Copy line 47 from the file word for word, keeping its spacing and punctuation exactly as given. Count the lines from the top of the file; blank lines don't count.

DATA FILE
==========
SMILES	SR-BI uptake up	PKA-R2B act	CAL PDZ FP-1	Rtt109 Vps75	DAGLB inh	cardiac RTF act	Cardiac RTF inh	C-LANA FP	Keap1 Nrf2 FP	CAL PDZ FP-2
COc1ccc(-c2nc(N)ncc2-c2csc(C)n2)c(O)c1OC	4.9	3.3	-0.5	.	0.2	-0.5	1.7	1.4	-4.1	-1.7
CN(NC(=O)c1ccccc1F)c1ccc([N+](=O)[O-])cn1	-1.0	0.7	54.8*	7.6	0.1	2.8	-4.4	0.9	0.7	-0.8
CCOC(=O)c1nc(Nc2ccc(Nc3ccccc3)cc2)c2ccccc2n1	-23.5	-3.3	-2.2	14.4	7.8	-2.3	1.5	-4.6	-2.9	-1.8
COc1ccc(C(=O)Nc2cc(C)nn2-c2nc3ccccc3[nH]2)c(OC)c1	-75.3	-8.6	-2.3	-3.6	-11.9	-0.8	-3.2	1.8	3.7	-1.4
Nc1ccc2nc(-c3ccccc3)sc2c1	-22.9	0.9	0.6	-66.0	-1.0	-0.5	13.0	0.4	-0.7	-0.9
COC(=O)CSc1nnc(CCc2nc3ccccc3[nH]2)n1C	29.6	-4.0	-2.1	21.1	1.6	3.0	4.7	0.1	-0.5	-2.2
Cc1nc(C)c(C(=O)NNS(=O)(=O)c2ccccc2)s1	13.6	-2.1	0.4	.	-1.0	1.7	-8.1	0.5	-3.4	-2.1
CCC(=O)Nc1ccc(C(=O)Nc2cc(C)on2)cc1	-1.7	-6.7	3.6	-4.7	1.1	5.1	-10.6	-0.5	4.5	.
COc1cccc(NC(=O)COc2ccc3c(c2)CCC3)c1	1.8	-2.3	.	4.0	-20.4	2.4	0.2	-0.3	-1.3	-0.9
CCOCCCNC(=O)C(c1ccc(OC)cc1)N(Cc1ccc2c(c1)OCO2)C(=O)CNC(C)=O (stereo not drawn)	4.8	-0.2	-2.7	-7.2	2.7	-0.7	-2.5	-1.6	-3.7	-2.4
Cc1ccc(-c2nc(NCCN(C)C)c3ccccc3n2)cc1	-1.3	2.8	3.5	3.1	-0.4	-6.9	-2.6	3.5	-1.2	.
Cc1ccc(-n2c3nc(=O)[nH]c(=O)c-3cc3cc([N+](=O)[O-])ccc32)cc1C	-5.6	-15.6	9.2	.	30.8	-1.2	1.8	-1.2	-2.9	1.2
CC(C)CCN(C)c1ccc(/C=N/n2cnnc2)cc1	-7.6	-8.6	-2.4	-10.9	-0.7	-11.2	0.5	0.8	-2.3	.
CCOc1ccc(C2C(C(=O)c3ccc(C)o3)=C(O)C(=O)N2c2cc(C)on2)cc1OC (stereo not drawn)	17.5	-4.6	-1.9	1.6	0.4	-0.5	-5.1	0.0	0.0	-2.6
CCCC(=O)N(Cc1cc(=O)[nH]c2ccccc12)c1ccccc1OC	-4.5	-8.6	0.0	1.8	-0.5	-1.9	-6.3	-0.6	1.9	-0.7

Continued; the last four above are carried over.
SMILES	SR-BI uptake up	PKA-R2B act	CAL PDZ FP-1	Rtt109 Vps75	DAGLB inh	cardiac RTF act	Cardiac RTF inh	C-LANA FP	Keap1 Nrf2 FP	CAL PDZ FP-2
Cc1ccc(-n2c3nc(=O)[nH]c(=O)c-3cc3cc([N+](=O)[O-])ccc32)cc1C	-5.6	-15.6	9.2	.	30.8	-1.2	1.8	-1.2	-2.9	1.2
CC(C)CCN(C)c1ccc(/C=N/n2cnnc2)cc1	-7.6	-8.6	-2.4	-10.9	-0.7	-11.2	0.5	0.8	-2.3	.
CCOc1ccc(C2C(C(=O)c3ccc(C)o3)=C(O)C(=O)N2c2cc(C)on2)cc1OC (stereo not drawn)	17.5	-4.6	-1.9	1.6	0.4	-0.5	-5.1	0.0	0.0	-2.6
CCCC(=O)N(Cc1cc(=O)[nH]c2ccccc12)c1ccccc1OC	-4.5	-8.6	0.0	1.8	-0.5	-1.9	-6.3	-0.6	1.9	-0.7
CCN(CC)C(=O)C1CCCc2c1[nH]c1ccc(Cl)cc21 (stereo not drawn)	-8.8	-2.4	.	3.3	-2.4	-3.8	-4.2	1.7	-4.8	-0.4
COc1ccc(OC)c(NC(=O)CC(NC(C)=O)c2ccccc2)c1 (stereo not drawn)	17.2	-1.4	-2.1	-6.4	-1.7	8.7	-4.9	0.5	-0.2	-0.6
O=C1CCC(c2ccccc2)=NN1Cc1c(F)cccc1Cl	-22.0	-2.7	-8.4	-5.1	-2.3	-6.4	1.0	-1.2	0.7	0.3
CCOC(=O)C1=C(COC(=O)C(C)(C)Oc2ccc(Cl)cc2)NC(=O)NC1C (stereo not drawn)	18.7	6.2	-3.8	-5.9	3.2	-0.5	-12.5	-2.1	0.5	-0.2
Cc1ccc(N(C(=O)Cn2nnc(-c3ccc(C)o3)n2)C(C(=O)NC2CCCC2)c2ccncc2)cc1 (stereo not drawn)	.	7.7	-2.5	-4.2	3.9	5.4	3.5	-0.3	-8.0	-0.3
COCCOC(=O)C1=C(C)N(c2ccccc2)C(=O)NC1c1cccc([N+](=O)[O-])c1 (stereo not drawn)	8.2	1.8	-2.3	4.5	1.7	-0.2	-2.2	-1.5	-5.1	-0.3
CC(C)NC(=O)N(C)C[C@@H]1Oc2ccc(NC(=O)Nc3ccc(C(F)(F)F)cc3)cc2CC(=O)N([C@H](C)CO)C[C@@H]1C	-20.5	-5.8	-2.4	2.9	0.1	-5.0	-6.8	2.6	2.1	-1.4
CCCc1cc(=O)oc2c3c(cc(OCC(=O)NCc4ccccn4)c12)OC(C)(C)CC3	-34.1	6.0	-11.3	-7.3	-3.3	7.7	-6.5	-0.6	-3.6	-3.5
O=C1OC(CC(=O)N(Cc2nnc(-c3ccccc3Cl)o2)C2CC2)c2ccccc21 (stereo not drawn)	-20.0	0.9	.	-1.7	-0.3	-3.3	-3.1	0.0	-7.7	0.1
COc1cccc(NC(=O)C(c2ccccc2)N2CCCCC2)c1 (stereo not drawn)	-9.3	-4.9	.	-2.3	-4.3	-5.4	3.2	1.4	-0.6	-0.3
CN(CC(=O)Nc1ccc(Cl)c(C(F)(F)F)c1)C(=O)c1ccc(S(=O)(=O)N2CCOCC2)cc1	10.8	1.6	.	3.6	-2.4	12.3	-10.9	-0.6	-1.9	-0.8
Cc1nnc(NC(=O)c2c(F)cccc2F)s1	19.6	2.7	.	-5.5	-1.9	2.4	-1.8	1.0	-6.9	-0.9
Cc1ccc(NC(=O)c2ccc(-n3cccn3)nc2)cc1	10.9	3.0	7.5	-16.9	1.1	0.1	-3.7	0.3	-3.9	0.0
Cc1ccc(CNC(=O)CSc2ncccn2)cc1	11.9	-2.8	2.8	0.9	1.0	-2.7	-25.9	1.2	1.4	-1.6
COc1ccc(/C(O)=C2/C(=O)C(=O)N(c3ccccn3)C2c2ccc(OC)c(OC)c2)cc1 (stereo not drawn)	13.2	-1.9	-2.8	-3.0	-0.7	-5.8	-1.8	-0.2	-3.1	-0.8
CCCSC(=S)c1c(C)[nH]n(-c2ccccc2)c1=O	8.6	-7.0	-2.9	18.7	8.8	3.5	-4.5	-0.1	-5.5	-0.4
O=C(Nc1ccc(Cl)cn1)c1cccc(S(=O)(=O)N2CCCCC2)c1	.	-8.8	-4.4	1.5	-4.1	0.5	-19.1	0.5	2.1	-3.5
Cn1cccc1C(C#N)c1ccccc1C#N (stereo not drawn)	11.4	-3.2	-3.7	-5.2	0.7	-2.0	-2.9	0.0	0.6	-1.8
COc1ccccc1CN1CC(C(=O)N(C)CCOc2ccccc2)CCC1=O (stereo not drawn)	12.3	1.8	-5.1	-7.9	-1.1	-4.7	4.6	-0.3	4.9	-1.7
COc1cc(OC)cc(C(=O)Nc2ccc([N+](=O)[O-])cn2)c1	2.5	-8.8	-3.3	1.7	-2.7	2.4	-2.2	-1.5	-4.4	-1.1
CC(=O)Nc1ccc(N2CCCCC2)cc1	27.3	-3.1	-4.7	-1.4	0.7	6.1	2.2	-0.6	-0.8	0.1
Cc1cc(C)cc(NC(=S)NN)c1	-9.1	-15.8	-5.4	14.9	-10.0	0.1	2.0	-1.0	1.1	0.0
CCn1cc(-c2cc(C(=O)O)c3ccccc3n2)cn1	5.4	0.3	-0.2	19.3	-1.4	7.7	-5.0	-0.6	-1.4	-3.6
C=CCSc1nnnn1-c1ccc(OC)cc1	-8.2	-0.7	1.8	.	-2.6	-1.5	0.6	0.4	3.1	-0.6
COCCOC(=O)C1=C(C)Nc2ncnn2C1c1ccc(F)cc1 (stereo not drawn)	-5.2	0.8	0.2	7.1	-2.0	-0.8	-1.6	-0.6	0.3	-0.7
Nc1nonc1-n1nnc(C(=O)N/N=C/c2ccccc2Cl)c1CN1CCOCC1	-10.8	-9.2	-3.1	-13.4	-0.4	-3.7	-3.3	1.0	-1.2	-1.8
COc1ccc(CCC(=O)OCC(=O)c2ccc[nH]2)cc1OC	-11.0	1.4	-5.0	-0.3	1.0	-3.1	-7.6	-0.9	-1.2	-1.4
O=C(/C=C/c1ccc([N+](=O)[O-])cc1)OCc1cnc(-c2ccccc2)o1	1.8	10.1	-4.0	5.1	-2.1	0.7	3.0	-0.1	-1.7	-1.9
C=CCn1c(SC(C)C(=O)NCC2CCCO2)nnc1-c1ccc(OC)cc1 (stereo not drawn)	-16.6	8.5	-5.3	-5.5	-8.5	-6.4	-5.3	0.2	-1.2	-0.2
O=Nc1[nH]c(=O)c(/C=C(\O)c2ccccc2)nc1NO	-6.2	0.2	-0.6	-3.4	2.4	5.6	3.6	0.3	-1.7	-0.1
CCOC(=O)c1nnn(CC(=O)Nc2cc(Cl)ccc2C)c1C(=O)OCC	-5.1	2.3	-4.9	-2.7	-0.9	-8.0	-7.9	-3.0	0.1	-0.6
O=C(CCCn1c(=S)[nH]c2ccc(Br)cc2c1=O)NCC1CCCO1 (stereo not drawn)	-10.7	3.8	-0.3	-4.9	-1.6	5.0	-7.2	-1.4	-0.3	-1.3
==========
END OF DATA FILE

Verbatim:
COCCOC(=O)C1=C(C)Nc2ncnn2C1c1ccc(F)cc1 (stereo not drawn)	-5.2	0.8	0.2	7.1	-2.0	-0.8	-1.6	-0.6	0.3	-0.7